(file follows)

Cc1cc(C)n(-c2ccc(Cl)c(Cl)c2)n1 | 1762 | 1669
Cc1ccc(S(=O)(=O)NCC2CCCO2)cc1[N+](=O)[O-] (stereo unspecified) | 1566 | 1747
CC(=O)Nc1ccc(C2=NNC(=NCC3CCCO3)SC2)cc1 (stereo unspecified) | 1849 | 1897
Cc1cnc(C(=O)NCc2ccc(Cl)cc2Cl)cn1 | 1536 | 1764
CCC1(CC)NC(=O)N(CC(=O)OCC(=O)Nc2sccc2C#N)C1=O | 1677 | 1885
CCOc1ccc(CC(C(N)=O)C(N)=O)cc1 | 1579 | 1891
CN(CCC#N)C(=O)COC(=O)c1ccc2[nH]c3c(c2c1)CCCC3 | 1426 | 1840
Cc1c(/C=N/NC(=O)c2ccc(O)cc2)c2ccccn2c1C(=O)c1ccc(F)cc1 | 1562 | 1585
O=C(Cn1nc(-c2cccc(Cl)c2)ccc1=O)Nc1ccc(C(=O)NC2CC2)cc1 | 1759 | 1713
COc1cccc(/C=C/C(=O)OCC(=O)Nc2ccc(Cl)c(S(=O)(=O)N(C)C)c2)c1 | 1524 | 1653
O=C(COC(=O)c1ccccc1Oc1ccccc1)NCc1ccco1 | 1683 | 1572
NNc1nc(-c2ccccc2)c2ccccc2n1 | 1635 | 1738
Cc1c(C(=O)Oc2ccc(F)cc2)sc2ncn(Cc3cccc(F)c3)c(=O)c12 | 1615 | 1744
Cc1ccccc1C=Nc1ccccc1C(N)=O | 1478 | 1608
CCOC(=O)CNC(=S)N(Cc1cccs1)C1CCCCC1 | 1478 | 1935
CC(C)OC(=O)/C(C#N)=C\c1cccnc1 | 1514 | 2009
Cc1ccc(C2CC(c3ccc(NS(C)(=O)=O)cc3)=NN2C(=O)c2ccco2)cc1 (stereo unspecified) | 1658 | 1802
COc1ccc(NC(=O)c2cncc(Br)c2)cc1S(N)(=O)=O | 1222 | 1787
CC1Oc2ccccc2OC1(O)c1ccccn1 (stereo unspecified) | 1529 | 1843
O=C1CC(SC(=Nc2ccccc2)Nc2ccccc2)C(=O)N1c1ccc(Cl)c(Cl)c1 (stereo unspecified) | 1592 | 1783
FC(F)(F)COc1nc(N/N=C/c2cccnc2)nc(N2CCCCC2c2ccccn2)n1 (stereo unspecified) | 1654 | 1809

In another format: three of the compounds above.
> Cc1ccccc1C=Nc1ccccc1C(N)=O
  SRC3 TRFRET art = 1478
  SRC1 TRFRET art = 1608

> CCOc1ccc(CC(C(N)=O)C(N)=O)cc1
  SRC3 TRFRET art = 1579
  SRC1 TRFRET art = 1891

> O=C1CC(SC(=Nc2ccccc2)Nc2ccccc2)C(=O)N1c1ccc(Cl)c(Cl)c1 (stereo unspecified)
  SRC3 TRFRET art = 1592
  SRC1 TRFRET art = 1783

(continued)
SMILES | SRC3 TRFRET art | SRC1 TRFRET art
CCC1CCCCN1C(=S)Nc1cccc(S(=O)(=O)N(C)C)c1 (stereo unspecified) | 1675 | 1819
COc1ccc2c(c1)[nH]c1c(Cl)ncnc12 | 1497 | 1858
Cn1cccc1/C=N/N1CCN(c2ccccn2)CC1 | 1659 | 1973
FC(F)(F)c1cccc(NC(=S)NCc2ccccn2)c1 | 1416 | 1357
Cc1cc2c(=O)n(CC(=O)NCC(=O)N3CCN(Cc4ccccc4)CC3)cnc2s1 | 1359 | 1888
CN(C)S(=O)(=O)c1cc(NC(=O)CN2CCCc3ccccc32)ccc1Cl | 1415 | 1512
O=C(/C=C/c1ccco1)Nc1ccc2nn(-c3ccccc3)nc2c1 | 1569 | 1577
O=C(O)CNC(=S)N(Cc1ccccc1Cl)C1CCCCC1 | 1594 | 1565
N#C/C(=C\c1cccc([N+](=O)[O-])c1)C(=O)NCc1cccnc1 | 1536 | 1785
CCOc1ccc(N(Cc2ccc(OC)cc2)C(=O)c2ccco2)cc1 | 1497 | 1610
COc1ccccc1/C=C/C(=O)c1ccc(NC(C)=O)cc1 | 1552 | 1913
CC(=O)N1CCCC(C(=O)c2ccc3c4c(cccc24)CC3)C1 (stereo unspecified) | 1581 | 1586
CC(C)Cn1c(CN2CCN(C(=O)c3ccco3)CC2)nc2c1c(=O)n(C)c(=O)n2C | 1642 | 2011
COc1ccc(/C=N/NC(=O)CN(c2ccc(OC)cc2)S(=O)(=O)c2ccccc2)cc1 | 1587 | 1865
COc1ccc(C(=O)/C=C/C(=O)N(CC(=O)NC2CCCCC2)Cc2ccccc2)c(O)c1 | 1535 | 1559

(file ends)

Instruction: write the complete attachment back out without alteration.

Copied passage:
Cc1cc(C)n(-c2ccc(Cl)c(Cl)c2)n1 | 1762 | 1669
Cc1ccc(S(=O)(=O)NCC2CCCO2)cc1[N+](=O)[O-] (stereo unspecified) | 1566 | 1747
CC(=O)Nc1ccc(C2=NNC(=NCC3CCCO3)SC2)cc1 (stereo unspecified) | 1849 | 1897
Cc1cnc(C(=O)NCc2ccc(Cl)cc2Cl)cn1 | 1536 | 1764
CCC1(CC)NC(=O)N(CC(=O)OCC(=O)Nc2sccc2C#N)C1=O | 1677 | 1885
CCOc1ccc(CC(C(N)=O)C(N)=O)cc1 | 1579 | 1891
CN(CCC#N)C(=O)COC(=O)c1ccc2[nH]c3c(c2c1)CCCC3 | 1426 | 1840
Cc1c(/C=N/NC(=O)c2ccc(O)cc2)c2ccccn2c1C(=O)c1ccc(F)cc1 | 1562 | 1585
O=C(Cn1nc(-c2cccc(Cl)c2)ccc1=O)Nc1ccc(C(=O)NC2CC2)cc1 | 1759 | 1713
COc1cccc(/C=C/C(=O)OCC(=O)Nc2ccc(Cl)c(S(=O)(=O)N(C)C)c2)c1 | 1524 | 1653
O=C(COC(=O)c1ccccc1Oc1ccccc1)NCc1ccco1 | 1683 | 1572
NNc1nc(-c2ccccc2)c2ccccc2n1 | 1635 | 1738
Cc1c(C(=O)Oc2ccc(F)cc2)sc2ncn(Cc3cccc(F)c3)c(=O)c12 | 1615 | 1744
Cc1ccccc1C=Nc1ccccc1C(N)=O | 1478 | 1608
CCOC(=O)CNC(=S)N(Cc1cccs1)C1CCCCC1 | 1478 | 1935
CC(C)OC(=O)/C(C#N)=C\c1cccnc1 | 1514 | 2009
Cc1ccc(C2CC(c3ccc(NS(C)(=O)=O)cc3)=NN2C(=O)c2ccco2)cc1 (stereo unspecified) | 1658 | 1802
COc1ccc(NC(=O)c2cncc(Br)c2)cc1S(N)(=O)=O | 1222 | 1787
CC1Oc2ccccc2OC1(O)c1ccccn1 (stereo unspecified) | 1529 | 1843
O=C1CC(SC(=Nc2ccccc2)Nc2ccccc2)C(=O)N1c1ccc(Cl)c(Cl)c1 (stereo unspecified) | 1592 | 1783
FC(F)(F)COc1nc(N/N=C/c2cccnc2)nc(N2CCCCC2c2ccccn2)n1 (stereo unspecified) | 1654 | 1809

In another format: three of the compounds above.
> Cc1ccccc1C=Nc1ccccc1C(N)=O
  SRC3 TRFRET art = 1478
  SRC1 TRFRET art = 1608

> CCOc1ccc(CC(C(N)=O)C(N)=O)cc1
  SRC3 TRFRET art = 1579
  SRC1 TRFRET art = 1891

> O=C1CC(SC(=Nc2ccccc2)Nc2ccccc2)C(=O)N1c1ccc(Cl)c(Cl)c1 (stereo unspecified)
  SRC3 TRFRET art = 1592
  SRC1 TRFRET art = 1783

(continued)
SMILES | SRC3 TRFRET art | SRC1 TRFRET art
CCC1CCCCN1C(=S)Nc1cccc(S(=O)(=O)N(C)C)c1 (stereo unspecified) | 1675 | 1819
COc1ccc2c(c1)[nH]c1c(Cl)ncnc12 | 1497 | 1858
Cn1cccc1/C=N/N1CCN(c2ccccn2)CC1 | 1659 | 1973
FC(F)(F)c1cccc(NC(=S)NCc2ccccn2)c1 | 1416 | 1357
Cc1cc2c(=O)n(CC(=O)NCC(=O)N3CCN(Cc4ccccc4)CC3)cnc2s1 | 1359 | 1888
CN(C)S(=O)(=O)c1cc(NC(=O)CN2CCCc3ccccc32)ccc1Cl | 1415 | 1512
O=C(/C=C/c1ccco1)Nc1ccc2nn(-c3ccccc3)nc2c1 | 1569 | 1577
O=C(O)CNC(=S)N(Cc1ccccc1Cl)C1CCCCC1 | 1594 | 1565
N#C/C(=C\c1cccc([N+](=O)[O-])c1)C(=O)NCc1cccnc1 | 1536 | 1785
CCOc1ccc(N(Cc2ccc(OC)cc2)C(=O)c2ccco2)cc1 | 1497 | 1610
COc1ccccc1/C=C/C(=O)c1ccc(NC(C)=O)cc1 | 1552 | 1913
CC(=O)N1CCCC(C(=O)c2ccc3c4c(cccc24)CC3)C1 (stereo unspecified) | 1581 | 1586
CC(C)Cn1c(CN2CCN(C(=O)c3ccco3)CC2)nc2c1c(=O)n(C)c(=O)n2C | 1642 | 2011
COc1ccc(/C=N/NC(=O)CN(c2ccc(OC)cc2)S(=O)(=O)c2ccccc2)cc1 | 1587 | 1865
COc1ccc(C(=O)/C=C/C(=O)N(CC(=O)NC2CCCCC2)Cc2ccccc2)c(O)c1 | 1535 | 1559